Seobu-dong 232, Gyeongju City
North Gyeongsang Province, South Korea
The mercury was already climbing into the high thirties C. as we began our driving journey from the Gangnam neighborhood of Seoul to the southeastern province of North Gyeonggsang, specifically with the intent of spending a few days and nights in the coastal city of Gyeongju. Its a part of the country that I had never visited before despite its popularity with tourists interested in exploring the sights of some of the nation’s historic treasures, including many UNESCO World Heritage Sites. For those interested in food, the region also holds delivers on Gyeongju specialties that are known throughout South Korea, some of which I was able to indulge in and will report on in coming posts as I catch up on this summer trip…
Being it was my first trip on the highways heading down to this region, I was immediately struck by how beautiful and geographically interesting South Korea is outside of the major city center of Seoul. Low to mid-range undulating mountains curved their way along side the routes we traveled, all covered in lush green trees and shrubbery. Then we would enter some lower valleys that were home to smaller villages and towns that were supported mainly by agricultural industries, enabling us to see many rice patties, other crop fields and livestock facilities, no doubt the backbone of the many Korean barbecue restaurants you find in this country. If you have the opportunity to travel in the countryside here, I highly recommend it! With proper air conditioning and regular breaks frequenting the amazing rest stops along the way (that have everything from restroom facilities, restaurants, food stalls, convenience stores, etc.) and you are good to go – I really wish we had these kind of places in North America, as it puts the gas stands along the highways here to shame.
Aling Mary’s Filipino Store
2656 Main Street
Pillowy-soft little packets of sweet-savory goodness. That’s my shorthand description of what you can get at Aling Mary’s Store on Main Street in Vancouver, just off the busy Broadway zone. I can still remember the first time I wandered in here randomly and getting engulfed in the fabulous smells that only a fresh bakery can provide, and walking out with two dozen of their popular Pan de Sal. I’ve heard them referred to as Filipino bread rolls, not sure if that’s 100% accurate, but regardless, they are something every Vancouverite should try once in their lifetime.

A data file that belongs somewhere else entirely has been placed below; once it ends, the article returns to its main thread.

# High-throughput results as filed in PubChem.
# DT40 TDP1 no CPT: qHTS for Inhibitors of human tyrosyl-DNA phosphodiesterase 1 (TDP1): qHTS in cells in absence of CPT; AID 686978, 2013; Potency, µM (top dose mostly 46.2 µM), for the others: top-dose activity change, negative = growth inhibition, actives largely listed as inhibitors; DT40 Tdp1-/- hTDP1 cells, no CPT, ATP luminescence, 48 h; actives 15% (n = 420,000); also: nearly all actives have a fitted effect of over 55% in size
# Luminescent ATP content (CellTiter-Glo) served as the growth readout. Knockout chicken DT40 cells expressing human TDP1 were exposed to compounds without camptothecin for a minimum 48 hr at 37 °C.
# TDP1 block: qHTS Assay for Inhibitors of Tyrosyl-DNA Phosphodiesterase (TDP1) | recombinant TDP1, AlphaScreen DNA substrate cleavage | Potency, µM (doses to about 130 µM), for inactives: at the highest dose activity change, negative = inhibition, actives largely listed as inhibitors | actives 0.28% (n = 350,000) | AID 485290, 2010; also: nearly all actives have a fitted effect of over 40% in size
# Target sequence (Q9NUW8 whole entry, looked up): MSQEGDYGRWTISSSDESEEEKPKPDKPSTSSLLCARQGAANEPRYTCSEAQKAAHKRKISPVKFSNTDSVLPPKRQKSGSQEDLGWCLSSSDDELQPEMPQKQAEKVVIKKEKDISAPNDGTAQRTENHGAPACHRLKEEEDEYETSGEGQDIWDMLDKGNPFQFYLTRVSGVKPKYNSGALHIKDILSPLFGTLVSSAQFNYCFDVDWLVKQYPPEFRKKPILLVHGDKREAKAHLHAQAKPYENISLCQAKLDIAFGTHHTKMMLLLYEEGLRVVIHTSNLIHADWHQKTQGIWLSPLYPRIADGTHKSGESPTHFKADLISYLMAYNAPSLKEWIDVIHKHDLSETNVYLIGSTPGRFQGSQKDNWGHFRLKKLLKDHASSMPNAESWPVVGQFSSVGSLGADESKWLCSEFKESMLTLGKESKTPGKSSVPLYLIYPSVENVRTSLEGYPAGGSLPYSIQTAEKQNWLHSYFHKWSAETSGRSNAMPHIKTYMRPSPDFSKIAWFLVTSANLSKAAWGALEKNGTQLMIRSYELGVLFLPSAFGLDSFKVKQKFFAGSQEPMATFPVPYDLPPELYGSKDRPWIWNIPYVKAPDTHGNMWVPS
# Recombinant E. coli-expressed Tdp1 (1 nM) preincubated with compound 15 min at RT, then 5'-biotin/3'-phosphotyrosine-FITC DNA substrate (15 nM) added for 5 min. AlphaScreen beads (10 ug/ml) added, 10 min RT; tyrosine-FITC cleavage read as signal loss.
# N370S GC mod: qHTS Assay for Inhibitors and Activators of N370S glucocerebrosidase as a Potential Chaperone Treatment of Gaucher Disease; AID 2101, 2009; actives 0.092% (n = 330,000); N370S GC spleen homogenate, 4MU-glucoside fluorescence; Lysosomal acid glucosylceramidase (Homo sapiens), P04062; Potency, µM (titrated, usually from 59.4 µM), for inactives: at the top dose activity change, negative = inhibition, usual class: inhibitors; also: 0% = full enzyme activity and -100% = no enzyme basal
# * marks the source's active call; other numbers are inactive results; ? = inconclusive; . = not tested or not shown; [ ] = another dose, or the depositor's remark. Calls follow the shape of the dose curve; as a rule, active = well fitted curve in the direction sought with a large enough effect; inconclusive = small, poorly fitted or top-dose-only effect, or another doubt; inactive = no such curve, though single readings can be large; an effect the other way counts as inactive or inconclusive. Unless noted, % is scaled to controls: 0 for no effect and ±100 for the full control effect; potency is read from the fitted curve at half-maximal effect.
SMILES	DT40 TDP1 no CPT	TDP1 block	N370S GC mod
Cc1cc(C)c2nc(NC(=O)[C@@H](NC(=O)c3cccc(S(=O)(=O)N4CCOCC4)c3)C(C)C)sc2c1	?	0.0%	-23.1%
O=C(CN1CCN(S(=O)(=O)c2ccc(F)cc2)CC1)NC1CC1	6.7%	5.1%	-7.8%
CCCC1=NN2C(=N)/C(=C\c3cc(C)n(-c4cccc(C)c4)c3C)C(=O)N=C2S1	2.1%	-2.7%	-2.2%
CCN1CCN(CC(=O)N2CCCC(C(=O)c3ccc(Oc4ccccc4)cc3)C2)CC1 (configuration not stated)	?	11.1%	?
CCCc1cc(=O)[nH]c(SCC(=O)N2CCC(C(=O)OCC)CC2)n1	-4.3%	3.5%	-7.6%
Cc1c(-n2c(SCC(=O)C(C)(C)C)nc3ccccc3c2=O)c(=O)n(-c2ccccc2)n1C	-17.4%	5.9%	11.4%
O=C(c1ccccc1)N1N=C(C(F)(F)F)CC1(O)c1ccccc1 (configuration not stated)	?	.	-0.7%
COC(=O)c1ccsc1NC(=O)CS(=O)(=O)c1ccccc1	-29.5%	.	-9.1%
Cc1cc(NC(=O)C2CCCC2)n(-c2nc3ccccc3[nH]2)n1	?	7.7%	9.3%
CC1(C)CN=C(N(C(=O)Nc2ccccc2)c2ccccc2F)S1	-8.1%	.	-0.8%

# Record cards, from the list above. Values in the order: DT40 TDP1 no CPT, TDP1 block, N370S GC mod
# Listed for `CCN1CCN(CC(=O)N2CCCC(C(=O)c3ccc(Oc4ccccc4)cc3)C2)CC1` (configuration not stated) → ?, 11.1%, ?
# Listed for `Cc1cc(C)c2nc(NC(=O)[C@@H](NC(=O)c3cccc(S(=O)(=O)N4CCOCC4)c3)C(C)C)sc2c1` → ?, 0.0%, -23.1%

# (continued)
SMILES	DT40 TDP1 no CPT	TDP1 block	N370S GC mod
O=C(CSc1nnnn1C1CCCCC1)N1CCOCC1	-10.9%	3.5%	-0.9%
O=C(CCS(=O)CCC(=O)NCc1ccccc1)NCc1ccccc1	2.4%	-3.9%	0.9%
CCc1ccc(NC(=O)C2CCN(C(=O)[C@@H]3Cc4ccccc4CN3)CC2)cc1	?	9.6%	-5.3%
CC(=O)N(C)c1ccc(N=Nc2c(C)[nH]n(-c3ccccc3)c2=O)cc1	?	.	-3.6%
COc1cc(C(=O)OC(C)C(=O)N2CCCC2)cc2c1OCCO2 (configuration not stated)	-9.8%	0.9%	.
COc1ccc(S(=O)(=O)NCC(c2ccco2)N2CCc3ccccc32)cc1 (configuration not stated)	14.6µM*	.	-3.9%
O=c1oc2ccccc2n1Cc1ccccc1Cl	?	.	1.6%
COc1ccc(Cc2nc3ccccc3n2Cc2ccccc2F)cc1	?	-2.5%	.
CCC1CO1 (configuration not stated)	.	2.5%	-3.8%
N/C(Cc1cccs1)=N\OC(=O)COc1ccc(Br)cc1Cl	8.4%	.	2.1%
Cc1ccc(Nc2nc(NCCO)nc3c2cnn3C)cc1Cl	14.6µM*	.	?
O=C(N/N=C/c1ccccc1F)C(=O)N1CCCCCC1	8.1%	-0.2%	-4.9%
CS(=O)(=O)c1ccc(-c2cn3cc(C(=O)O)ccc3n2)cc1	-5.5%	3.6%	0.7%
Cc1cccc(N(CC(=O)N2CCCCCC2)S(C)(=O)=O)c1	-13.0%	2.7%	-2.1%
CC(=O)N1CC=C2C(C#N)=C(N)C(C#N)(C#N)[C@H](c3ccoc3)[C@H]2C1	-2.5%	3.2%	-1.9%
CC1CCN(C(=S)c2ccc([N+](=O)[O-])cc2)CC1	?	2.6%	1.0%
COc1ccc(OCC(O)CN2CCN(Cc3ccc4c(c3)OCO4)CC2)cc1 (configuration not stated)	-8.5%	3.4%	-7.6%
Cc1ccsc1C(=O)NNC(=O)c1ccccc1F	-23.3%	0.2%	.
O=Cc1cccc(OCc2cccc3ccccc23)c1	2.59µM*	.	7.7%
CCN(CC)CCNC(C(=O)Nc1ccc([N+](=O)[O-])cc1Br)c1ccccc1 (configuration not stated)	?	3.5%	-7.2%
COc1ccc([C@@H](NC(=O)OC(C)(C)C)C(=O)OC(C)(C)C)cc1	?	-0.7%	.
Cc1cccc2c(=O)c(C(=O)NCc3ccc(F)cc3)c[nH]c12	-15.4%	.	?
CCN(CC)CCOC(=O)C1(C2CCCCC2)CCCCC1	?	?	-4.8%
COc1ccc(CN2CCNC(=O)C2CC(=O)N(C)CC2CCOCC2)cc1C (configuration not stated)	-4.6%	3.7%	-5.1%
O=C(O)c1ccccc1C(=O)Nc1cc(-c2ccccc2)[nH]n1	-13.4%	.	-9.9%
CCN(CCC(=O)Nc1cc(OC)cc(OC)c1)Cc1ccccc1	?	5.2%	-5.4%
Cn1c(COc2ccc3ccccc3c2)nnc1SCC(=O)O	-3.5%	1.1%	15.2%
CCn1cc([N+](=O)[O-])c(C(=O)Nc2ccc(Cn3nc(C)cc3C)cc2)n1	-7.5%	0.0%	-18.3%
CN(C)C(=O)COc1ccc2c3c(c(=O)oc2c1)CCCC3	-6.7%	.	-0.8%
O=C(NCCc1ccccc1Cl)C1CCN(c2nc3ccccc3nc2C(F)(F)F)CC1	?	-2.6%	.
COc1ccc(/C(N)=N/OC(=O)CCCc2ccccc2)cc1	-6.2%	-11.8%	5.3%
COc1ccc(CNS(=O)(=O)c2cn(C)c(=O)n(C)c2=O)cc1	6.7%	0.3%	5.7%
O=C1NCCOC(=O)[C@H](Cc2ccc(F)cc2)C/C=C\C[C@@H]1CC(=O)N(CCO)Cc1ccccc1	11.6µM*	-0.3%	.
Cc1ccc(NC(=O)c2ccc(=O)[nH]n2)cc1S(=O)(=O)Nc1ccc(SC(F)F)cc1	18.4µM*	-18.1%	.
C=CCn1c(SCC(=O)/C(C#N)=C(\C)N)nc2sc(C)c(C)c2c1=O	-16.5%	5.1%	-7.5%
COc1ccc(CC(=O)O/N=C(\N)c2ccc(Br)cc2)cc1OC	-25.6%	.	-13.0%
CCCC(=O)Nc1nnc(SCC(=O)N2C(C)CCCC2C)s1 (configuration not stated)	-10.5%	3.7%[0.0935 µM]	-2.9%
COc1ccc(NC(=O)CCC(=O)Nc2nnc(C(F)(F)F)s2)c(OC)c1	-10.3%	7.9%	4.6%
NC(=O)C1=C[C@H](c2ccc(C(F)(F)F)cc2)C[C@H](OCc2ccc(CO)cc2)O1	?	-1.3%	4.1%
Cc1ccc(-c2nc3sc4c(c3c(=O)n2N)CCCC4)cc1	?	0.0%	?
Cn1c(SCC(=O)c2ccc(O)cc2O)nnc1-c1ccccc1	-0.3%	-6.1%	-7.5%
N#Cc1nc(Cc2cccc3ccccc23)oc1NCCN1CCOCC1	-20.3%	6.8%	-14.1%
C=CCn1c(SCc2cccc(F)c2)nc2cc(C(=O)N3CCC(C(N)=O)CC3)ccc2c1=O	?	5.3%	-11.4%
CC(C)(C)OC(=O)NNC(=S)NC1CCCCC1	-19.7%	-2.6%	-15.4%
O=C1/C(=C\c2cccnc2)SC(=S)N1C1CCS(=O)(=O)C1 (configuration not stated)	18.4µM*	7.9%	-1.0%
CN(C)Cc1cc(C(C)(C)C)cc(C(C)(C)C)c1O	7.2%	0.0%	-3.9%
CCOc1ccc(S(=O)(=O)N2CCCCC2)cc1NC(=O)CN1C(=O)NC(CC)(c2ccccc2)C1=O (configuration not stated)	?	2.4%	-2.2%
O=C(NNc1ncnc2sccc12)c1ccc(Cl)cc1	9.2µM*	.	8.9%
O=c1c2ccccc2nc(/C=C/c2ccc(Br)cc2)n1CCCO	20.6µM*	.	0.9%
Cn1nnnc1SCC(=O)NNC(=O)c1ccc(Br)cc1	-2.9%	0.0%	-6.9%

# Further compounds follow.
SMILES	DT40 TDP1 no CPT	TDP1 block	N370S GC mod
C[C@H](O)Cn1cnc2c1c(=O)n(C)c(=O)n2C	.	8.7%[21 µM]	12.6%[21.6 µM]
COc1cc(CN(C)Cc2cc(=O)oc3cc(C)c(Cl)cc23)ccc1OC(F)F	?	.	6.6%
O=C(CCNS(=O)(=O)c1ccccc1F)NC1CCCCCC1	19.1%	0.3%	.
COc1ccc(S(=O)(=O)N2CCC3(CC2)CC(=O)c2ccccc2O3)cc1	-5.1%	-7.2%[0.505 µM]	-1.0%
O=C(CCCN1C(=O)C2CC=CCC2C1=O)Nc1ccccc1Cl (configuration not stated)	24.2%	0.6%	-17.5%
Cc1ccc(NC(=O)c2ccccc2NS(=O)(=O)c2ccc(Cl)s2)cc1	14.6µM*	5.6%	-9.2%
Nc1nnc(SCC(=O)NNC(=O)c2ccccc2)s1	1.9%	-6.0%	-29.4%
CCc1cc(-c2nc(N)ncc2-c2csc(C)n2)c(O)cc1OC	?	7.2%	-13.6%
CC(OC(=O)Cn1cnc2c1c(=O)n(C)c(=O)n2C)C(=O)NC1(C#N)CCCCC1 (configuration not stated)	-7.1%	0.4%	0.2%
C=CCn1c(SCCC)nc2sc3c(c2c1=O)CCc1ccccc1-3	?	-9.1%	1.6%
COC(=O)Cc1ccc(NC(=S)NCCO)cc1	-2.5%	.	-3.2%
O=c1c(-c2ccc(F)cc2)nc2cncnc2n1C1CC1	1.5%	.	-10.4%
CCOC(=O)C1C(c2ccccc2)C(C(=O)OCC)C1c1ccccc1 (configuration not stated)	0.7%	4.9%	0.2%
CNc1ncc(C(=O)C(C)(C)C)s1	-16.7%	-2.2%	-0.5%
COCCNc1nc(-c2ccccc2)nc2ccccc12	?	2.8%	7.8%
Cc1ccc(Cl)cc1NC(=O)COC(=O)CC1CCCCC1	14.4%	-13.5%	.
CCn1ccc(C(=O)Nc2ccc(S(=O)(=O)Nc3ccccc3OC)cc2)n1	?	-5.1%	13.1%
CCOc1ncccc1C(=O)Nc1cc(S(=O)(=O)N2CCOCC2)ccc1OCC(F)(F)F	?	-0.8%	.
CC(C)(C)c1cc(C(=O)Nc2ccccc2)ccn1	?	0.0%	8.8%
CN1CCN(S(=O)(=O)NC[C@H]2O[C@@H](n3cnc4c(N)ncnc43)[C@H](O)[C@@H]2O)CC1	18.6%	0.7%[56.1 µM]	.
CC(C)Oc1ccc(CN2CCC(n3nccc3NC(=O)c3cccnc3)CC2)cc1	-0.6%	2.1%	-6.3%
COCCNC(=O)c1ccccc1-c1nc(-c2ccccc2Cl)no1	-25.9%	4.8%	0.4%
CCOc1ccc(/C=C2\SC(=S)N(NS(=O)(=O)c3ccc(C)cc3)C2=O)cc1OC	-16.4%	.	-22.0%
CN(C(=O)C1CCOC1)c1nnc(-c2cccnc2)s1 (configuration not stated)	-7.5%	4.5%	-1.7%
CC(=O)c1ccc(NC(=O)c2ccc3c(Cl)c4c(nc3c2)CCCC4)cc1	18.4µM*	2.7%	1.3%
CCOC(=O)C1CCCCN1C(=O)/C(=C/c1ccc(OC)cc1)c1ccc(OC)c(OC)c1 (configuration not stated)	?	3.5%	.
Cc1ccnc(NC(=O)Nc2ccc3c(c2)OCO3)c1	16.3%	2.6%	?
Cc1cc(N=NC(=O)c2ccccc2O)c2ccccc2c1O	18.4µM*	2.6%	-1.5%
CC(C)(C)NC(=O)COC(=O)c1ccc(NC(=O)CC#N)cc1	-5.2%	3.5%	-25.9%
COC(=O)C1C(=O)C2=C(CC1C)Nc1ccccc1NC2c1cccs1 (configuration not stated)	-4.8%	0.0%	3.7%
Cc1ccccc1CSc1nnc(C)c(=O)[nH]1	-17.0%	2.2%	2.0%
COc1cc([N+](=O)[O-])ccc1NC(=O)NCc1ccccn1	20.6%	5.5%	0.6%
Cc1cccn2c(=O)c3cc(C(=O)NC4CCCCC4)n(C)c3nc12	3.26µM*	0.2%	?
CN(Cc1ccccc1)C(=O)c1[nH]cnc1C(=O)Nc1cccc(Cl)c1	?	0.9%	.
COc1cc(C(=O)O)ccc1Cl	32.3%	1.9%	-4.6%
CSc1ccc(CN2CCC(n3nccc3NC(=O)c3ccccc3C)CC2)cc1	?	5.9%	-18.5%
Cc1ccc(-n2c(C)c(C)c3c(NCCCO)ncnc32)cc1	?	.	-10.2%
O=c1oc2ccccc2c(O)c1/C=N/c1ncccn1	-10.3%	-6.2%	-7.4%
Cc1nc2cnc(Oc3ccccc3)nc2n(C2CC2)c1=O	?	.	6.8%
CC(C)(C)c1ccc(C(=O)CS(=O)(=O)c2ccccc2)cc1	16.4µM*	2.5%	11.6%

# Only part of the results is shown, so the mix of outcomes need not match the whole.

Honestly, I’ve been back at least a half dozen times since that virgin visit, and even found them being sold in Richmond of all places too. White flour, whole wheat, tried them both. Nothing better though then getting then right out of the oven, timing is important, and I’ve had hits and misses when I’ve gone inside here, depending on their baking schedule and how voracious other customers are in walking out with batches of them. On my last weekend morning stop, I got lucky.
Sampaedong 358-2, Namyangju City
Gyeonggi Province, South Korea
Whenever I travel and have the opportunity to indulge in some well known dishes that have made their way to North America, I make sure to partake in them whenever I can. The only time I’ve ever turned down an offer was when I was in Manila two years ago and came face-to-face with a dare to try balut.
Why do I do this?
Partly to experience how its made in the “home country”, and pick up any hints as to what has been adapted by the Canadian version, and to become aware of any obvious misinterpretations.
Throughout these experiences and discoveries, I’ve come to learn that more often than not, despite how connected our planet has become in the present day, there are two factors that seem to stand out for me. One, the availability of certain ingredients in “authentic” dishes that are just too rare/expensive/bothersome/perishable for transport to ever retain its presence in the North American versions of these dishes. Two, the acceptance of some ingredients by North Americans is a hard one to overcome, for whatever reason: flavor, scent, appearance, source, etc.
I guess there are some things that will just take more time to become mainstream enough to be readily available and acceptable.
Nestled along the banks of the mighty Han River quite close to where the north and south arms converge together, is a stretch of walking/bicycle paths and fields that are popular with families out visiting the countryside from Seoul, especially on weekends. I can understand this human need to get one with nature, as when I lived in the city of Calgary, I would often hit the road and go to nearby Bragg Creek, Kananaskis, or even out to Canmore/Banff just to get away from the concrete jungle after a busy workweek. Being in Asia this time, the way the city slickers were out and about in Namyangju‘s beautiful parks and public water lily gardens, reminded me of how busy Hong Kongers head out to the New Territories to get their quiet waterside, “resort” experiences.
Kimura Sushi & Japanese Cuisine
3883 Rupert Street
[Re-visit (Feb 2011) post here]
There seemed to be some buzz in the local community surrounding this newly opened sushi-ya on the city’s east side, not traditionally an area that one associates with the best Vancouver has to offer in this genre of cuisine, so I added it to my list of places to visit upon returning from my latest summer Asia adventures. This meal at Kimura took place on a quiet weekend afternoon in the hopes of taking in the reputed laid back, jazz-infused environment that I’d heard about through the grapevine and local blogging community. With a few tables and seats at the bar counter occupied, it was just right in terms of ambient people noise and atmosphere as I gingerly slid my jet-lagged body into a chair for a meal with one of my most hardest-to-please sushi eating associates.